Tetzlaff Quartet brings patrician virtuosity to FOCM debut

By Lawrence Budmen

The Tetzlaff Quartet performed Tuesday night in Pinecrest for Friends of Chamber Music. Photo: Georgia Bertazzi

The distinctive sound of the Tetzlaff Quartet and the diverse Viennese impulses of Haydn, Webern and Schubert made for a memorable chamber music feast Tuesday night at Temple Beth Am in Pinecrest. 

In its debut for Friends of Chamber Music, the group proved exceptional with fastidious execution and depth of interpretive insight. Led by violinist Christian Tetzlaff, one of the finest virtuosos on the contemporary concert stage, the quartet consistently resounds as a single unit, so tight and exact is its ensemble and phrasing. Three of the players, including Tetzlaff, play modern instruments made by lutherer Peter Greiner which clearly contributes to their unique sonority. (Tanja Tetzlaff, the violinist’s sister, plays a 1776 Guadagnini cello.) It is not an exaggeration to suggest that Tetzlaff’s colleagues are his equal in musicianship and depth of expression.

Written in 1772, Haydn’s Quartet in F minor, Op. 20, no. 5 is both a gracious exemplar of the Classical period and a harbinger of the drama and struggle to come with the quartets of Beethoven a quarter century later. There is darkness and tension beneath the courtly charms of Haydn’s opus and the Tetzlaff foursome brought that undercurrent to the fore. While the tonal gleam and blend of the playing was clearly evident, each instrument’s role emerged with total clarity. The trio section of the Minuetto was infused with charm in contrast to the agitated outer sections. Long songful lines in the Adagio were given almost operatic dimensions. Violist Hanna Weinmeister produced a rounded and rich sound. In the fugal episodes of the finale, the interplay of instruments was emphatic and cleanly articulated. 

Anton Webern’s Five Movements, Op. 5 (conceived in 1909) is an artifact of a new musical language. Arnold Schoenberg, Webern’s teacher, had begun his journey into atonality and Webern followed his path while pushing its boundaries. Typically for Webern, the score’s five vignettes are terse and constricted. Beneath the atonal gauze, Viennese dance melodies occasionally make a brief appearance. Although brief, these miniatures are treacherously difficult to play and bring off.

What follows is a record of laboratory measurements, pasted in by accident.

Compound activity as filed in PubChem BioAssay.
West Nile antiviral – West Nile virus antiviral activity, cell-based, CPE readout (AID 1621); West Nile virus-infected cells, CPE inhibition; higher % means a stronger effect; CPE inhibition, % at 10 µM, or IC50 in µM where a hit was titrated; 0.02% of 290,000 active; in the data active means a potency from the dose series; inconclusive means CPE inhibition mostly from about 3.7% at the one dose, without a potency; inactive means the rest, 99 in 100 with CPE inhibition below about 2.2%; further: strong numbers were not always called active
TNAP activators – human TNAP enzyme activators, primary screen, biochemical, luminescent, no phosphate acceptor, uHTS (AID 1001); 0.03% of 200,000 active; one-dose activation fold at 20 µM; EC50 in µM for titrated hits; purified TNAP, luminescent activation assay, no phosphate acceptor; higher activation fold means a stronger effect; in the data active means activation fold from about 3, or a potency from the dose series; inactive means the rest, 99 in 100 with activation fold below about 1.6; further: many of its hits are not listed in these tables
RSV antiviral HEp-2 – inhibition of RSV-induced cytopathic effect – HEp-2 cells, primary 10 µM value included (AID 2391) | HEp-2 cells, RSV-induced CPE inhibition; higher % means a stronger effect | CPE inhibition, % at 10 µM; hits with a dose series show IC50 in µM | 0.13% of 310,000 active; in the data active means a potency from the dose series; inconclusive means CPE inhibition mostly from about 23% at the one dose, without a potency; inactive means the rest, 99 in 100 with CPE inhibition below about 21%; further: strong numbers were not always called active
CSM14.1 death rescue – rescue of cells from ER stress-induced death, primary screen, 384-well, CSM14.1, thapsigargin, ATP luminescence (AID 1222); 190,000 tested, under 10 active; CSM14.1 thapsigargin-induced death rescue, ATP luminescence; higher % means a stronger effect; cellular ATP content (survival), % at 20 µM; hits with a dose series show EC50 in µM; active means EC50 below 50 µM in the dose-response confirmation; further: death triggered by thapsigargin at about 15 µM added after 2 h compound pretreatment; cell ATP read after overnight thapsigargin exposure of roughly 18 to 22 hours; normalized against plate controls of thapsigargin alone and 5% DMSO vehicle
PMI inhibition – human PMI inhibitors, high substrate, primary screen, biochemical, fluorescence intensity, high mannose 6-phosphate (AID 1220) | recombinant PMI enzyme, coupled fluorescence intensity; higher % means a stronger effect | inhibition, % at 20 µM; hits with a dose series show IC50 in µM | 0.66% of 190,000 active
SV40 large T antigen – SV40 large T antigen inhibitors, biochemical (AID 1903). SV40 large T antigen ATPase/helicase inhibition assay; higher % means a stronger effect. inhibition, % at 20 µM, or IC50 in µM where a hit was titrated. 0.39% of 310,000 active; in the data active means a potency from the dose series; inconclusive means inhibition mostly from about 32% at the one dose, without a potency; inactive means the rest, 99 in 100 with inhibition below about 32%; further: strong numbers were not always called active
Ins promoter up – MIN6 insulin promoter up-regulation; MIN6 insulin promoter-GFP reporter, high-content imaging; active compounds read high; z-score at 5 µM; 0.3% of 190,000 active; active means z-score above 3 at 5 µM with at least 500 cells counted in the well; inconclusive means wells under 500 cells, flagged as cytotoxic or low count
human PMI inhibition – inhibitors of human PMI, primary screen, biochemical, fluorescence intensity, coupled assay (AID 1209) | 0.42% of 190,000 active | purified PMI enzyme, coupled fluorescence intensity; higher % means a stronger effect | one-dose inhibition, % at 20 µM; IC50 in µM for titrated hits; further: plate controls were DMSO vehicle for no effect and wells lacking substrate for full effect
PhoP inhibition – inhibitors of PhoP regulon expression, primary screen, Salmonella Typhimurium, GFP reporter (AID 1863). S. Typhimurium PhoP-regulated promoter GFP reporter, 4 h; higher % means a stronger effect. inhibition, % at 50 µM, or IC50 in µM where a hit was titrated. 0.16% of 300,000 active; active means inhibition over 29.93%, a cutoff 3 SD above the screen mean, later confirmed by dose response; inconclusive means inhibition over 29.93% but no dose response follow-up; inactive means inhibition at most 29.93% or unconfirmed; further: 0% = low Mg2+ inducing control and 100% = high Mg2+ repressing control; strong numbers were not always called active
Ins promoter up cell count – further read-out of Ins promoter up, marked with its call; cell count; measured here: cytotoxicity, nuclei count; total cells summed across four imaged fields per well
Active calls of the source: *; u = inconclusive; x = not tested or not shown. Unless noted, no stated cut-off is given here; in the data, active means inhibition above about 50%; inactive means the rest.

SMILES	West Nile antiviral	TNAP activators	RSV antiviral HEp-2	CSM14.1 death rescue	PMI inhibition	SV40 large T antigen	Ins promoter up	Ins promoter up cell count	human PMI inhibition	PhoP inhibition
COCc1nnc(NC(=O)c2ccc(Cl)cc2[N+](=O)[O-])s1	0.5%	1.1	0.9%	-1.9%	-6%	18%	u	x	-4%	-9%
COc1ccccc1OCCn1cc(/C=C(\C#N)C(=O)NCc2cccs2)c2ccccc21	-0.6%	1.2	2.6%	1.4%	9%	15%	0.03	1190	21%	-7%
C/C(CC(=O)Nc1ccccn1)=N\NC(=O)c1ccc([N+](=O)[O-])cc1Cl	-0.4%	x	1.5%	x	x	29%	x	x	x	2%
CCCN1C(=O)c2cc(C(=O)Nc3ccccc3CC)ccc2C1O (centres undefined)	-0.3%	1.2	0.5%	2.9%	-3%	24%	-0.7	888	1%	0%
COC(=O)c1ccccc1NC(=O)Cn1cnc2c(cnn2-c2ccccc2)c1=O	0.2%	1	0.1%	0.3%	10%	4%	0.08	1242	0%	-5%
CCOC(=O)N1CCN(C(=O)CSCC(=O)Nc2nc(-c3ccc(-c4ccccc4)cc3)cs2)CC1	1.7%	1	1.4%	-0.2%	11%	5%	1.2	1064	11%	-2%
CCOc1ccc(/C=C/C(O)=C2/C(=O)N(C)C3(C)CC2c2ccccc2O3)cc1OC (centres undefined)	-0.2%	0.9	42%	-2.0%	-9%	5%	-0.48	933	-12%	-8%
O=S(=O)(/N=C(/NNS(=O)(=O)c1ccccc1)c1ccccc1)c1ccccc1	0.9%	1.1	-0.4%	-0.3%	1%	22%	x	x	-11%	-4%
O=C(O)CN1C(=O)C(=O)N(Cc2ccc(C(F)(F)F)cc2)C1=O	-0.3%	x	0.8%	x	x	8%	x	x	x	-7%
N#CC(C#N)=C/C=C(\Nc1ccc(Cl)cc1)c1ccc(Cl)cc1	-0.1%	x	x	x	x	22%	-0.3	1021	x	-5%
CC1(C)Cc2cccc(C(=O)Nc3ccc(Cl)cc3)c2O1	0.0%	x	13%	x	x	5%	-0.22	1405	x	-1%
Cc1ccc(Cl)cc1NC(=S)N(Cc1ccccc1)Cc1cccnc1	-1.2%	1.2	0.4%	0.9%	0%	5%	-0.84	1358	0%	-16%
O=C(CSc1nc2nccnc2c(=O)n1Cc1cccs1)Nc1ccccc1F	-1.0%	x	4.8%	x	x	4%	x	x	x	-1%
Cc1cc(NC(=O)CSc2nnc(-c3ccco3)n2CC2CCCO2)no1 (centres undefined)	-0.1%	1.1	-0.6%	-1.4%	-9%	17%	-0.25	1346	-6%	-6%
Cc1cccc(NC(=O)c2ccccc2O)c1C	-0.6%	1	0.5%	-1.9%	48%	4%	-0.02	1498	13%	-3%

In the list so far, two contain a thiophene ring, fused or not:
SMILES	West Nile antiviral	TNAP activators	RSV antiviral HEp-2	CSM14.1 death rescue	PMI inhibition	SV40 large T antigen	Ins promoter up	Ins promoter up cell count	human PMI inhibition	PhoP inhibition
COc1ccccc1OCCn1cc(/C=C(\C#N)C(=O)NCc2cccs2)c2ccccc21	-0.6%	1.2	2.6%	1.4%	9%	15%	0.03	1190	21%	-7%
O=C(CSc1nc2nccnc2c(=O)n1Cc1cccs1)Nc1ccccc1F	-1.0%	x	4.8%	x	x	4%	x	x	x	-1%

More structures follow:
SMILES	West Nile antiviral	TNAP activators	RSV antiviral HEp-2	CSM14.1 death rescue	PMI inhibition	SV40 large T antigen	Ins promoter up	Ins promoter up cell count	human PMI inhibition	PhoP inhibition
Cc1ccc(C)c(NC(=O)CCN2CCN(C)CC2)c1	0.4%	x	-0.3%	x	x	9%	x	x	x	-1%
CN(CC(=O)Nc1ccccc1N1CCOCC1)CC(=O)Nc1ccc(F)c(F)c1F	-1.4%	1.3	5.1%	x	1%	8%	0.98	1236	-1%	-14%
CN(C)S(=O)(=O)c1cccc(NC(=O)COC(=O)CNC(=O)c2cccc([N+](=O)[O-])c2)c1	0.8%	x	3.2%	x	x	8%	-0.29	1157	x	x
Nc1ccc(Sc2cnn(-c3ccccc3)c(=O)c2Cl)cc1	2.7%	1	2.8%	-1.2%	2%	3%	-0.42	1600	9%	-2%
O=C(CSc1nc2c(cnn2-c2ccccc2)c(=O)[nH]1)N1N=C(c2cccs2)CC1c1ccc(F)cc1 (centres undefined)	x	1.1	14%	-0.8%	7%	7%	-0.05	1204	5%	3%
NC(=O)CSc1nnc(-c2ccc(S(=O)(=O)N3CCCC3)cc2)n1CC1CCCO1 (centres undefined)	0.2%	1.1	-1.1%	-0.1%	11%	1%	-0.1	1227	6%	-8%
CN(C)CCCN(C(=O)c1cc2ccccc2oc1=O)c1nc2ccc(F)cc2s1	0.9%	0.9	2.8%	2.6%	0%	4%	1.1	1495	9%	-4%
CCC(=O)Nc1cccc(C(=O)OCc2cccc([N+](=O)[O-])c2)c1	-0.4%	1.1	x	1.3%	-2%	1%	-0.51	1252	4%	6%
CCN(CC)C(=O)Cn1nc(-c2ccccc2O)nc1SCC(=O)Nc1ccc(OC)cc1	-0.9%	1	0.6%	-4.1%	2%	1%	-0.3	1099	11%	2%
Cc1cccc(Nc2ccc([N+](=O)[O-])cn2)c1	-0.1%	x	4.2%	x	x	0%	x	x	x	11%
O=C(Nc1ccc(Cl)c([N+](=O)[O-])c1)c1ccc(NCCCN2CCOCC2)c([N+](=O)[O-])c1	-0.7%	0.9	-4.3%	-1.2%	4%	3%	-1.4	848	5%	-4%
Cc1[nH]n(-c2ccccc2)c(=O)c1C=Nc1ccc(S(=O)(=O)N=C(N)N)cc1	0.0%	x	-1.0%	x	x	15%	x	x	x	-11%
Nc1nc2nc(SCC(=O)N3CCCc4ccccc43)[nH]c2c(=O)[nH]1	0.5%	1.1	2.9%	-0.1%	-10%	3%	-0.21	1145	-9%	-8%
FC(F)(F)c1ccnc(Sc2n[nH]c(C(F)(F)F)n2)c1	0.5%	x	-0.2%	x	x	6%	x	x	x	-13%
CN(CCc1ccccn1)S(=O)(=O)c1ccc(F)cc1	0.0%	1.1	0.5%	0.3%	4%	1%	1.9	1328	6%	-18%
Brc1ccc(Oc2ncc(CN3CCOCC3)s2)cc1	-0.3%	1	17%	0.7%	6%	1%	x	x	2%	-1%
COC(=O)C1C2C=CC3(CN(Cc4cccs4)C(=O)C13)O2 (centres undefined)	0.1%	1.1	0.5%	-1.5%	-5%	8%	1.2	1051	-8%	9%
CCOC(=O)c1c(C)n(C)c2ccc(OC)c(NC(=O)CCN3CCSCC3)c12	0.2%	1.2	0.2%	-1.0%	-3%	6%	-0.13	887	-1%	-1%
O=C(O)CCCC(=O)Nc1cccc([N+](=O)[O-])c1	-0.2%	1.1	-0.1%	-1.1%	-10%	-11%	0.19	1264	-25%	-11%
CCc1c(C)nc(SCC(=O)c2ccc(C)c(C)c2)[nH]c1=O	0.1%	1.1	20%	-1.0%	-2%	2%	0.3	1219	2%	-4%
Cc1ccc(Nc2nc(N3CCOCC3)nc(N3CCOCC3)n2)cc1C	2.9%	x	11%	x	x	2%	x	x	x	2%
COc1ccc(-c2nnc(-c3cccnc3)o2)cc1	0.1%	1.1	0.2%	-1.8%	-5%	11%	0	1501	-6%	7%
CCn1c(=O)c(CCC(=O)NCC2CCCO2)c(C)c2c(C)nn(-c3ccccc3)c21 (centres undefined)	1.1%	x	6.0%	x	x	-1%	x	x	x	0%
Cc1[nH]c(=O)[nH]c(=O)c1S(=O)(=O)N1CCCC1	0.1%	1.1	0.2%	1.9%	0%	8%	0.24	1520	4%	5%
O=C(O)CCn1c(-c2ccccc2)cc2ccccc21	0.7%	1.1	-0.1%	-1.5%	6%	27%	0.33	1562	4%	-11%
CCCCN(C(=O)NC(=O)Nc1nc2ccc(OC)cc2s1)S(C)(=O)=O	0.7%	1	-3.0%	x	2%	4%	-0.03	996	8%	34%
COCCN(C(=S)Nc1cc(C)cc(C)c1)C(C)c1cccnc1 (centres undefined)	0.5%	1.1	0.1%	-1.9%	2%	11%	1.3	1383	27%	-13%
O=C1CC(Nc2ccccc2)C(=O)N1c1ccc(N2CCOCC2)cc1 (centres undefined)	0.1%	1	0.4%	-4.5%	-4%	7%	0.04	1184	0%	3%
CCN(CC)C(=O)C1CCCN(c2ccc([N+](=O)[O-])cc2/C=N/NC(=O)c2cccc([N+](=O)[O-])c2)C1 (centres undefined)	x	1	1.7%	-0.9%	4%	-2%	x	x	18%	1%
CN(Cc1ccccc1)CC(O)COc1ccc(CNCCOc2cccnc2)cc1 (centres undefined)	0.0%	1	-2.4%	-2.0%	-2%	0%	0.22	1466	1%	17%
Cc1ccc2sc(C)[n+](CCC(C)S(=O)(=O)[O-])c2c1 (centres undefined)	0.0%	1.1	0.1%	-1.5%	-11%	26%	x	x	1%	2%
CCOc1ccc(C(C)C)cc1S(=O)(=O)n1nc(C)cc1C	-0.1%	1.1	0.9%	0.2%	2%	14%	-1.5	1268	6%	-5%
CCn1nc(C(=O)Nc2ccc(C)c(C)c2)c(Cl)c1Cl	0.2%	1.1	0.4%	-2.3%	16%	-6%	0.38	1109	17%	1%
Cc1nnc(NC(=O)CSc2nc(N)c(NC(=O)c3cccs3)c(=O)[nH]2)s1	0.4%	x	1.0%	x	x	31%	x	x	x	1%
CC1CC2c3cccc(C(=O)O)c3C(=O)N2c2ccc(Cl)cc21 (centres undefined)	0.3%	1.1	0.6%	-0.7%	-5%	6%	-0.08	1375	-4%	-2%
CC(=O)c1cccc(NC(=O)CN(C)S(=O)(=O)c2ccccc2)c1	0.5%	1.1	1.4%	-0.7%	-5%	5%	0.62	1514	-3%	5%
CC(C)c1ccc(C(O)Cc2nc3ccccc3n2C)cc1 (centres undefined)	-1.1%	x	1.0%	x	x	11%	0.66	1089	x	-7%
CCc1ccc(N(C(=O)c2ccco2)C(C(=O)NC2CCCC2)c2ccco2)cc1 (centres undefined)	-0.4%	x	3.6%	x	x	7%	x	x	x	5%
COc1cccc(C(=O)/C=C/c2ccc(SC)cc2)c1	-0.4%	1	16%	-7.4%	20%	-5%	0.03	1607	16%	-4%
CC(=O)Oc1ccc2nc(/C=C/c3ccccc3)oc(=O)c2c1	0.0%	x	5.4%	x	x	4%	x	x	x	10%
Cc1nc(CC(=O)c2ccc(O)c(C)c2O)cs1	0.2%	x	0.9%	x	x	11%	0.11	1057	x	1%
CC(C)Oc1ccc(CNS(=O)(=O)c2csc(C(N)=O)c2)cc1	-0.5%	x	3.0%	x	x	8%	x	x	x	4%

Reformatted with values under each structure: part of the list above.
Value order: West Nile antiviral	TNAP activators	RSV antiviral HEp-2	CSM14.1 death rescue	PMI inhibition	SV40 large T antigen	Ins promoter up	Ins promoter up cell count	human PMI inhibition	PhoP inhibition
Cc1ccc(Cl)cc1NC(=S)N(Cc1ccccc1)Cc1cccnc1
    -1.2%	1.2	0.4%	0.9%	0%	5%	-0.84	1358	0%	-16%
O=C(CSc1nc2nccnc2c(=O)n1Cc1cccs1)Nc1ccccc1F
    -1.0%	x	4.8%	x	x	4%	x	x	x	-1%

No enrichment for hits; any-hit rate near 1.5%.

The opening “Heftig hewegt” gave Tetzlaff a chance to display his bravura violin technique. A moody “Sehr langsam” offered violinist Elizabeth Kufferath and Weinmeister an opportunity to duet to luminous effect. “Sehr hewegt” brought an astringent, breathless dance macabre. An eerie night music (fourth movement) prefigures Bartok, and the players sustained its pensive aura, with soft playing of near inaudibility. The whispered fragmentary motifs of the final movements could easily accompany a horror flick. The entire performance displayed the score with x-ray precision, meeting every challenge and then some.

Schubert’s Quartet No. 14 in D minor (“Death and the Maiden”) may be standard chamber repertoire but there was nothing routine about the player’ traversal. From the initial vigorous attack, the first movement was taken at a fierce tempo. The driving momentum never ceased and the blending of textures was seamless. The principal theme of the Andante con moto is the Schubert song from which the work takes its name. Taken at a very slow pace and with nuanced gradations of volume, the starkness and tragedy of Schubert’s lied was given emphatic weight. Each of the variations were assayed with characterful individuality, the fast section overwhelming in its sustained intensity. 

Sharp accents and whirlwind figurations brought the Scherzo to invigorating life. Maintaining a steady pulse, the musicians avoided the temptation to overdrive the climactic flourishes of the concluding Presto. Organically gathering burnished strength and cumulative power, the performance culminated in a triumphant coda.

A standing, cheering ovation brought a high voltage encore – the Allegro non assai from Brahms’ Quartet No. 2 in A minor. The Tetzlaff Quartet’s patrician artistry represents chamber music at its highest level. Their future engagements are eagerly awaited.

Friends of Chamber Music presents the Diaz Trio, 3 p.m. May 22 at the FIU Wertheim Auditorium in Miami.   miamichambermusic.org

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Wed Apr 27, 2022
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